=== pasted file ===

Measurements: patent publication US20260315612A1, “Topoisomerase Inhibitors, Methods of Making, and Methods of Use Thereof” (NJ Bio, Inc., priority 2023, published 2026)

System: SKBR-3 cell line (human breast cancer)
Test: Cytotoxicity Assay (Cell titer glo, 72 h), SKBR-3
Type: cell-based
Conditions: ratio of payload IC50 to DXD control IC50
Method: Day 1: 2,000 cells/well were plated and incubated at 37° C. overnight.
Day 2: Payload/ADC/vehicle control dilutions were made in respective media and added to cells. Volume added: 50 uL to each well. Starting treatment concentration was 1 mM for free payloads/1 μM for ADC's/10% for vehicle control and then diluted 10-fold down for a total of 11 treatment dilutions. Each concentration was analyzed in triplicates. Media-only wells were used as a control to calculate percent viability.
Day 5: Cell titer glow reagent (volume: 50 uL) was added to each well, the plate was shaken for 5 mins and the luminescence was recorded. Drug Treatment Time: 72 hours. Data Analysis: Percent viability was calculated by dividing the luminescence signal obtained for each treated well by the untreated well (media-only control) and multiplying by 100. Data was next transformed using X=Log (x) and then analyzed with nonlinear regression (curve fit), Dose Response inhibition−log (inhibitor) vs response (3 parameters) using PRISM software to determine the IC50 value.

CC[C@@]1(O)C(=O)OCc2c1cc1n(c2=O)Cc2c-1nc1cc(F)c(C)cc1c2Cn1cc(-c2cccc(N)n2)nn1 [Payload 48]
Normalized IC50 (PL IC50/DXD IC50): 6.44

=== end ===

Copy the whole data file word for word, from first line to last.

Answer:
Measurements: patent publication US20260315612A1, “Topoisomerase Inhibitors, Methods of Making, and Methods of Use Thereof” (NJ Bio, Inc., priority 2023, published 2026)

System: SKBR-3 cell line (human breast cancer)
Test: Cytotoxicity Assay (Cell titer glo, 72 h), SKBR-3
Type: cell-based
Conditions: ratio of payload IC50 to DXD control IC50
Method: Day 1: 2,000 cells/well were plated and incubated at 37° C. overnight.
Day 2: Payload/ADC/vehicle control dilutions were made in respective media and added to cells. Volume added: 50 uL to each well. Starting treatment concentration was 1 mM for free payloads/1 μM for ADC's/10% for vehicle control and then diluted 10-fold down for a total of 11 treatment dilutions. Each concentration was analyzed in triplicates. Media-only wells were used as a control to calculate percent viability.
Day 5: Cell titer glow reagent (volume: 50 uL) was added to each well, the plate was shaken for 5 mins and the luminescence was recorded. Drug Treatment Time: 72 hours. Data Analysis: Percent viability was calculated by dividing the luminescence signal obtained for each treated well by the untreated well (media-only control) and multiplying by 100. Data was next transformed using X=Log (x) and then analyzed with nonlinear regression (curve fit), Dose Response inhibition−log (inhibitor) vs response (3 parameters) using PRISM software to determine the IC50 value.

CC[C@@]1(O)C(=O)OCc2c1cc1n(c2=O)Cc2c-1nc1cc(F)c(C)cc1c2Cn1cc(-c2cccc(N)n2)nn1 [Payload 48]
Normalized IC50 (PL IC50/DXD IC50): 6.44